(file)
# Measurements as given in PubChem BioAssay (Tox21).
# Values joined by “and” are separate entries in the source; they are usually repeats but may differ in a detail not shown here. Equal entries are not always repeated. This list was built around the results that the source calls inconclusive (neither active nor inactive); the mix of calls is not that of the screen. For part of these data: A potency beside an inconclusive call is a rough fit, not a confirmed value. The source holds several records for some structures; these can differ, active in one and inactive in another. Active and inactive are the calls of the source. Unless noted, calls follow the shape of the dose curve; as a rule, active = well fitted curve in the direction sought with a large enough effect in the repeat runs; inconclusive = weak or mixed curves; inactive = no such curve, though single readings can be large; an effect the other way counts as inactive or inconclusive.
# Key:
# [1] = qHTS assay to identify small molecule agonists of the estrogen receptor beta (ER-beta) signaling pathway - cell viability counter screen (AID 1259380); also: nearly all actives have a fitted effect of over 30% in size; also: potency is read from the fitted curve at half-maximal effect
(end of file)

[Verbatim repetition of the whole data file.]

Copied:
# Measurements as given in PubChem BioAssay (Tox21).
# Values joined by “and” are separate entries in the source; they are usually repeats but may differ in a detail not shown here. Equal entries are not always repeated. This list was built around the results that the source calls inconclusive (neither active nor inactive); the mix of calls is not that of the screen. For part of these data: A potency beside an inconclusive call is a rough fit, not a confirmed value. The source holds several records for some structures; these can differ, active in one and inactive in another. Active and inactive are the calls of the source. Unless noted, calls follow the shape of the dose curve; as a rule, active = well fitted curve in the direction sought with a large enough effect in the repeat runs; inconclusive = weak or mixed curves; inactive = no such curve, though single readings can be large; an effect the other way counts as inactive or inconclusive.
# Key:
# [1] = qHTS assay to identify small molecule agonists of the estrogen receptor beta (ER-beta) signaling pathway - cell viability counter screen (AID 1259380); also: nearly all actives have a fitted effect of over 30% in size; also: potency is read from the fitted curve at half-maximal effect